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Tyler G

Fermentation Crock?

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I've started trying these out but I am unfamiliar with using them so I want to make sure I am making them proper.

 

Any thoughts or advice appreciated, especially that may relate to...

 

Glazed or unglazed moat?

 

Would any food safe glaze be fine?

 

 

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The moat isn't strictly necessary, the old Medalta crocks that my grandmother used were just simple cylinder shaped jars with lids and weights.

That said, they can be a nice feature, if used properly. I'd go glazed on as many surfaces as possible, for sanitary purposes. But I'm paranoid.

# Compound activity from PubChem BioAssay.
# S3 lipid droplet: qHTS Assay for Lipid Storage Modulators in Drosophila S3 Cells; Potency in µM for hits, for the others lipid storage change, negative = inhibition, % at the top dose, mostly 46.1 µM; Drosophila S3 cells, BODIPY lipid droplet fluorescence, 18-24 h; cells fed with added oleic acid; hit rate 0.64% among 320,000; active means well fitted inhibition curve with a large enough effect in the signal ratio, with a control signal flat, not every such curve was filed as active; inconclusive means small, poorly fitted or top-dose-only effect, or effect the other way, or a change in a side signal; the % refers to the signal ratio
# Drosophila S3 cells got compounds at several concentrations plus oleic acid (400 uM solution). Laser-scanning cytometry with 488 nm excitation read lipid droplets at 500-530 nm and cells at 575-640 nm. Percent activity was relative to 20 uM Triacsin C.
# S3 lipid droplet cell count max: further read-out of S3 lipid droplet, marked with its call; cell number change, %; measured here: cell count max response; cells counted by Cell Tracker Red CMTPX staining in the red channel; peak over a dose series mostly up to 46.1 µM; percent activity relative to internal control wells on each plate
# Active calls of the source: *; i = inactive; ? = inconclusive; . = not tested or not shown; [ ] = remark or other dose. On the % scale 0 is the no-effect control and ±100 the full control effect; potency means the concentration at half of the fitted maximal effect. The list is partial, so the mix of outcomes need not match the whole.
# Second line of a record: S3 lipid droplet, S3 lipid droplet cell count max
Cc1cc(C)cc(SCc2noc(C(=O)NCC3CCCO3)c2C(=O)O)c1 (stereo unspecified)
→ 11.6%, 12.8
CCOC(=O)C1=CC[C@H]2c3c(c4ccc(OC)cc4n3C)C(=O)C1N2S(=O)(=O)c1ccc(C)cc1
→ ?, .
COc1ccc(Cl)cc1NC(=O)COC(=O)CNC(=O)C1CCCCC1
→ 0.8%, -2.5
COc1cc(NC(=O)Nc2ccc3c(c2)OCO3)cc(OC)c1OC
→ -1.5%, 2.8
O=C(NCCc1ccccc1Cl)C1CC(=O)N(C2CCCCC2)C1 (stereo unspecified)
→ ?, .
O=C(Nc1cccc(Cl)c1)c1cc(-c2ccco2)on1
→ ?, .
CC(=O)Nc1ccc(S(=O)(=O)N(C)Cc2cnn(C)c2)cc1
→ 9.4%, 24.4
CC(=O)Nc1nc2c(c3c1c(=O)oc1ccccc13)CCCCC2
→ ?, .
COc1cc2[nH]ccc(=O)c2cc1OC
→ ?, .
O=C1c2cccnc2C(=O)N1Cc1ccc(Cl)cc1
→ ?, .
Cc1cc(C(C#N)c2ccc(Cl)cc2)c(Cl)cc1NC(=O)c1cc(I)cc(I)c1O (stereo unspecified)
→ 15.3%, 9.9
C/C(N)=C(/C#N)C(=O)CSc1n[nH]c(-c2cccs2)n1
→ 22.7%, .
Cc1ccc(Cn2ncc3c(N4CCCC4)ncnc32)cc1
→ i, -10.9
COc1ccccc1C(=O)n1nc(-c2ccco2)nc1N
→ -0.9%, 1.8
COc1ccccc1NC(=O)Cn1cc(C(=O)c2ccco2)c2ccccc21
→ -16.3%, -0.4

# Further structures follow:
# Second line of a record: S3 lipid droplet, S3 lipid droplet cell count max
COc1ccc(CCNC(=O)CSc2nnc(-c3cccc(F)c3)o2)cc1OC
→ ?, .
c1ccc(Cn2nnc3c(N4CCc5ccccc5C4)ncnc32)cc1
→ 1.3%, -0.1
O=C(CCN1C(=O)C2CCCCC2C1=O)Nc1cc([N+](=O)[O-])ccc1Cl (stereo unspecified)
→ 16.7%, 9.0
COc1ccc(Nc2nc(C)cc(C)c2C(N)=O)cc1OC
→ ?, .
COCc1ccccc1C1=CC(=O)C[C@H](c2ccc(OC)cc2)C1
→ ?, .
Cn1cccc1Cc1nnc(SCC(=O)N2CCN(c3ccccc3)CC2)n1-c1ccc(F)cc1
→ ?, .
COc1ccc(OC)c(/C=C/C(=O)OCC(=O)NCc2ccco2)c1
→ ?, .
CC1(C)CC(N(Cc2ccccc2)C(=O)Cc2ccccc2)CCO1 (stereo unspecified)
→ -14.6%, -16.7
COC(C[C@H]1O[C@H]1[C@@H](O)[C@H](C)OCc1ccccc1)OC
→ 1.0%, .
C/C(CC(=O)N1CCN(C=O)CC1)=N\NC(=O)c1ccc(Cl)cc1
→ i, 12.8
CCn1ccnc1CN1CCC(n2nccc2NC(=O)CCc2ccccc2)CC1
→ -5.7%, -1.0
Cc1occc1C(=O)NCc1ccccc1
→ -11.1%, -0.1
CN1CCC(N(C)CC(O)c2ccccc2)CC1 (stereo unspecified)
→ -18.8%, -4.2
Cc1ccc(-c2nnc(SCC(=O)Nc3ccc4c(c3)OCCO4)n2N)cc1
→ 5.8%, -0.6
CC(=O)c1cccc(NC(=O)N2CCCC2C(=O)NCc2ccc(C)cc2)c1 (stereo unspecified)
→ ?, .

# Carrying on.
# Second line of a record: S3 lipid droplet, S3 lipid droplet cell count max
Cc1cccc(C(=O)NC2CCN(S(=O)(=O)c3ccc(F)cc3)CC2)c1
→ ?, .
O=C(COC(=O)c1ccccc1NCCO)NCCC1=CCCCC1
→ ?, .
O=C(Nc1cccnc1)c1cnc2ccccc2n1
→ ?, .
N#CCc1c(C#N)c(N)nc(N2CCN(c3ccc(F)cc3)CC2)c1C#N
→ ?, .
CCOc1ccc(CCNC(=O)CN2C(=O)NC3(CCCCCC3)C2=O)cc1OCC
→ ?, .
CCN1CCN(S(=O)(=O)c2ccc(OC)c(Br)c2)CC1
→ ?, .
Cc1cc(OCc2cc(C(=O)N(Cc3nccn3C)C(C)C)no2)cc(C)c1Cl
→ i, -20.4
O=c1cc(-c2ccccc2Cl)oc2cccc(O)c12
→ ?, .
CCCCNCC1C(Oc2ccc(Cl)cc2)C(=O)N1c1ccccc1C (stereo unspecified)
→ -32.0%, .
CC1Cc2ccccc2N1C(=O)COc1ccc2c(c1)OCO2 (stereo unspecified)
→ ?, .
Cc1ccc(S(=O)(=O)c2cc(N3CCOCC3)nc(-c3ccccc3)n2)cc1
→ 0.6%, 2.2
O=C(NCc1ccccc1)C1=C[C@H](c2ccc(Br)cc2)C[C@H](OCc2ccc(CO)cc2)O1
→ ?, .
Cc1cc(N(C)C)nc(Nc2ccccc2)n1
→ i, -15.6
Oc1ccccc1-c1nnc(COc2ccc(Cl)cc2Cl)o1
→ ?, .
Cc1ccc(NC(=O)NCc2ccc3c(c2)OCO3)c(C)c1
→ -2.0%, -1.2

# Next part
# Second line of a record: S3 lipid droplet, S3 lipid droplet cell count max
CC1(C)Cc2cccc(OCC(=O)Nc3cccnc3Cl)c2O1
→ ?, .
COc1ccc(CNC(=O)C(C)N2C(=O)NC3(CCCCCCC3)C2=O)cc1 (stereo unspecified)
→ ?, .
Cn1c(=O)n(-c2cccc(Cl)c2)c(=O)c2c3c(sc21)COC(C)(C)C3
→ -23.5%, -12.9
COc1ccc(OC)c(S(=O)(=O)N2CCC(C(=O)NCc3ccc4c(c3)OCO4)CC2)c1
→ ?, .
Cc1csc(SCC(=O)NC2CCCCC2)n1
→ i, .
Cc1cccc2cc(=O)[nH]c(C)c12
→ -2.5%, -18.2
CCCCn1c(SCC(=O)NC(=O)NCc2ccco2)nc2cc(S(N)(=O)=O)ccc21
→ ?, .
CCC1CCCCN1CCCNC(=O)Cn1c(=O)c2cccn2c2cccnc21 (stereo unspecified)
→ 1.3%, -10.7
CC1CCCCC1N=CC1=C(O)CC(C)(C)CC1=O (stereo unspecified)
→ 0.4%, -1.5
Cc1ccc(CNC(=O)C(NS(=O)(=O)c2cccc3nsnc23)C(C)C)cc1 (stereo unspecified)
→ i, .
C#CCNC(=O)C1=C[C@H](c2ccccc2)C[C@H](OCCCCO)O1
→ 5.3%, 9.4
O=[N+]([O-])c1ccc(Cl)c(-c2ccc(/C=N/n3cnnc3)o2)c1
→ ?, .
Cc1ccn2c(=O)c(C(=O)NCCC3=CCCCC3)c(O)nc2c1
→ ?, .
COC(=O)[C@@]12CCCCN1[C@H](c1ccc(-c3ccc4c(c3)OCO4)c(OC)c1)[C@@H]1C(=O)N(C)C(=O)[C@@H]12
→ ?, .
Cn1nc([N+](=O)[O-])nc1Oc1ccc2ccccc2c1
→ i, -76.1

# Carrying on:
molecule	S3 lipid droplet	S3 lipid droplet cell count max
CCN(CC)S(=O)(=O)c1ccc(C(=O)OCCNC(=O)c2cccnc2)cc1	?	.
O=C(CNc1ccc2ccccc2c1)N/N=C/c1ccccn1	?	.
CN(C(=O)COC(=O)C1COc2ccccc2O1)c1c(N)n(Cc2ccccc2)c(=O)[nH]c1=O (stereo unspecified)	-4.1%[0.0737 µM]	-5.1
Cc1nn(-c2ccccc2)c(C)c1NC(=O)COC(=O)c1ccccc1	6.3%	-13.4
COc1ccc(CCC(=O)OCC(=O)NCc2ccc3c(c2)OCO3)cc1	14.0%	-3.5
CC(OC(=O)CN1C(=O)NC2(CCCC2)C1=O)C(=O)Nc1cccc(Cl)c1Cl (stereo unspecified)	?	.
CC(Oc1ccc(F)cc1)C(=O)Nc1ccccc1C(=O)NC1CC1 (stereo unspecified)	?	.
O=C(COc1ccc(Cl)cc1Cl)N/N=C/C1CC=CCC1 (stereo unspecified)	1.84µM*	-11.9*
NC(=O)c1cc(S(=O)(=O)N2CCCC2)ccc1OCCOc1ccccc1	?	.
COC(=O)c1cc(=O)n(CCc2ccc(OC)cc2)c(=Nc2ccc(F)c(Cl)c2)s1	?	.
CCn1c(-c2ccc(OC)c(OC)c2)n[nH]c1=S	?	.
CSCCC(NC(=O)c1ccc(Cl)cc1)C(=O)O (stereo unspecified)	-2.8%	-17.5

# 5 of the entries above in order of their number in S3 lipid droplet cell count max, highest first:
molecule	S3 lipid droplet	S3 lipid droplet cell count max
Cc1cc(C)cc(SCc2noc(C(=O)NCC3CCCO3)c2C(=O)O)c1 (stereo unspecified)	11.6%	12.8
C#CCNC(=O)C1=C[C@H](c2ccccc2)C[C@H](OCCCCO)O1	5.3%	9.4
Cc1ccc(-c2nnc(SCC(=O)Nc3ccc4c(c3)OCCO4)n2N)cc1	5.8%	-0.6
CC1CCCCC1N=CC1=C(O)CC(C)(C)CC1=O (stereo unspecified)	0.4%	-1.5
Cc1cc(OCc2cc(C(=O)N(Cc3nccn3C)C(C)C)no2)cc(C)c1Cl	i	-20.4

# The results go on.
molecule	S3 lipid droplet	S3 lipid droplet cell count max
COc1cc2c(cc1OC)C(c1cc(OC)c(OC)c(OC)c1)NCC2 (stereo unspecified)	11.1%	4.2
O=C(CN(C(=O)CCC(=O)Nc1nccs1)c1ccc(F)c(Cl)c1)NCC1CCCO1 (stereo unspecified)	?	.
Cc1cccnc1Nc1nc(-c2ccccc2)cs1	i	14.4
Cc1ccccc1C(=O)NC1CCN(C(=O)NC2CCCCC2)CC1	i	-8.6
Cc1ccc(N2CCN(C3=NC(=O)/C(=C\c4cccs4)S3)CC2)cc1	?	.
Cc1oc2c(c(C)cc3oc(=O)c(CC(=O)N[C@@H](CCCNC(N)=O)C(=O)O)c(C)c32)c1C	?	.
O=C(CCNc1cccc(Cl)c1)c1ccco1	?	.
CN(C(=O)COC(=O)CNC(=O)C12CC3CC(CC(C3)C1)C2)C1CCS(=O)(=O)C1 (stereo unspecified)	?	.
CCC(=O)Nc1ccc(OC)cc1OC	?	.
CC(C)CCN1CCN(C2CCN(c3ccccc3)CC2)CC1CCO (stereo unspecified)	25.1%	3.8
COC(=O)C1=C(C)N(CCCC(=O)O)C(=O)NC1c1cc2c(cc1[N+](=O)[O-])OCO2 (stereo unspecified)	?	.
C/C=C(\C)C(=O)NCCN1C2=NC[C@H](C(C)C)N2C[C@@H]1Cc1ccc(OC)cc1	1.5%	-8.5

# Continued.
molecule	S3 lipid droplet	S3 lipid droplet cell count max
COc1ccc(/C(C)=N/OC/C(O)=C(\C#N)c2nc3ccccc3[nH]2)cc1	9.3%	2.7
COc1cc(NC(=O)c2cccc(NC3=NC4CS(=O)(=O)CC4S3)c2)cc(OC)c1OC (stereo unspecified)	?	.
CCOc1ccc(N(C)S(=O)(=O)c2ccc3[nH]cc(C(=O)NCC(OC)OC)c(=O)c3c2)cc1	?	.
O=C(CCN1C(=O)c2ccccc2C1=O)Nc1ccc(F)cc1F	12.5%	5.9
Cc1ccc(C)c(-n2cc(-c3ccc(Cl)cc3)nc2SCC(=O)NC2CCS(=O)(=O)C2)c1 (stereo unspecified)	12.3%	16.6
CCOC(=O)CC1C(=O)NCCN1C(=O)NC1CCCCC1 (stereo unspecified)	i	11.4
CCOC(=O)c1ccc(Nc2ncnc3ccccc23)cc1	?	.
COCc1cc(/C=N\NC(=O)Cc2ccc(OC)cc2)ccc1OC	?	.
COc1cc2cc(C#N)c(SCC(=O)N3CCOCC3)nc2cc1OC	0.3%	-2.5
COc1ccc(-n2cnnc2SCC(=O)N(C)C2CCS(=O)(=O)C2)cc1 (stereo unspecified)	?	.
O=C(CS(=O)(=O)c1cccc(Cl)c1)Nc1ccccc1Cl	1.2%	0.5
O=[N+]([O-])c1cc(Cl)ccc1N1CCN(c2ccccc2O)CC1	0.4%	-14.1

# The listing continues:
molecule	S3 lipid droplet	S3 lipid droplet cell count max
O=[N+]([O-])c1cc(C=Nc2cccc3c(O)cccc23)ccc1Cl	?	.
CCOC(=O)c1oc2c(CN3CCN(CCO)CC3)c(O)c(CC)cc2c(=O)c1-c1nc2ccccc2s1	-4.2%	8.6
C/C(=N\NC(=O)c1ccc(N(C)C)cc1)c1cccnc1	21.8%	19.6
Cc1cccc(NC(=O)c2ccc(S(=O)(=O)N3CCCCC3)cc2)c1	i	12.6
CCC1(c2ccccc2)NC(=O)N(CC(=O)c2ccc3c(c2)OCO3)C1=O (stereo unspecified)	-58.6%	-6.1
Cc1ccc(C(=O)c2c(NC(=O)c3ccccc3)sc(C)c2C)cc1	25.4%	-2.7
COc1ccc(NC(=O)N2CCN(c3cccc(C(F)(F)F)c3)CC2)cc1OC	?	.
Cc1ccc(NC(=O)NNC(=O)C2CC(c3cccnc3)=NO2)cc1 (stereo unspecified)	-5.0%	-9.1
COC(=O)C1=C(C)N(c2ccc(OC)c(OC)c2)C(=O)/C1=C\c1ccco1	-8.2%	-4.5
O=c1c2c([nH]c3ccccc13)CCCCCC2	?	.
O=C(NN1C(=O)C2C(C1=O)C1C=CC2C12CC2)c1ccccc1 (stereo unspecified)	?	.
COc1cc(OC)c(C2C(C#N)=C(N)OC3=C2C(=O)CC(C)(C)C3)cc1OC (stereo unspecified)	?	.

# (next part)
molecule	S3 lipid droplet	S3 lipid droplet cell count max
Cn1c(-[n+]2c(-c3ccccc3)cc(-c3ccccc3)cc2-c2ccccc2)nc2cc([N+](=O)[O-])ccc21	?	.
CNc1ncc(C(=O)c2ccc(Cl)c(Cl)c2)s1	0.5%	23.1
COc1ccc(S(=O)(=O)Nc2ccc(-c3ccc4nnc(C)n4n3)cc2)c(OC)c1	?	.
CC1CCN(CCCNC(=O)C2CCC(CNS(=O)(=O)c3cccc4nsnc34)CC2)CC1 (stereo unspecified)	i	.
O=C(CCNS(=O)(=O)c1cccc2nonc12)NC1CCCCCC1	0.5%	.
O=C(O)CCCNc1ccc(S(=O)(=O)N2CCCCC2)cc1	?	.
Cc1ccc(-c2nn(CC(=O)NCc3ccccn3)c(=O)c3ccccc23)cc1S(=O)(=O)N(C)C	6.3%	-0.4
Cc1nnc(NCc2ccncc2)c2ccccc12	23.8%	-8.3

Check your glazes for prolonged mild acid exposure, and they need to be craze-free, or they'll stain and hold flavours.

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I have sold this as simple canisters -glazed inside and out with lidsp-you can make them heavy as well for hard use.More like the redwing crocks of yesteryears.

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The crocks my great-grandparents used were salt glazed (interior was albany slip - an earthenware clay slip that formed a brown glaze at higher temps). They used stones to hold down the cabbage under the water to make sauerkraut. Mold was skimmed of the top, if it formed. As far as I know, they didn't always have lids - they just used cloth to keep dust out. Cocks like this could be thrown or molded. The crocks we still have are thrown white stoneware clay. These didn't have the water seal lip, which I've only seen on crocks in stores recently. I've read that these stonewares often didn't get actually get to cone 10 - most only fired at cone 6-7, only hot enough to vaporize the salt.

 

The largest were cylinders about as tall as a 5-gallon bucket (taller than wide, nearly 1ft in diameter).

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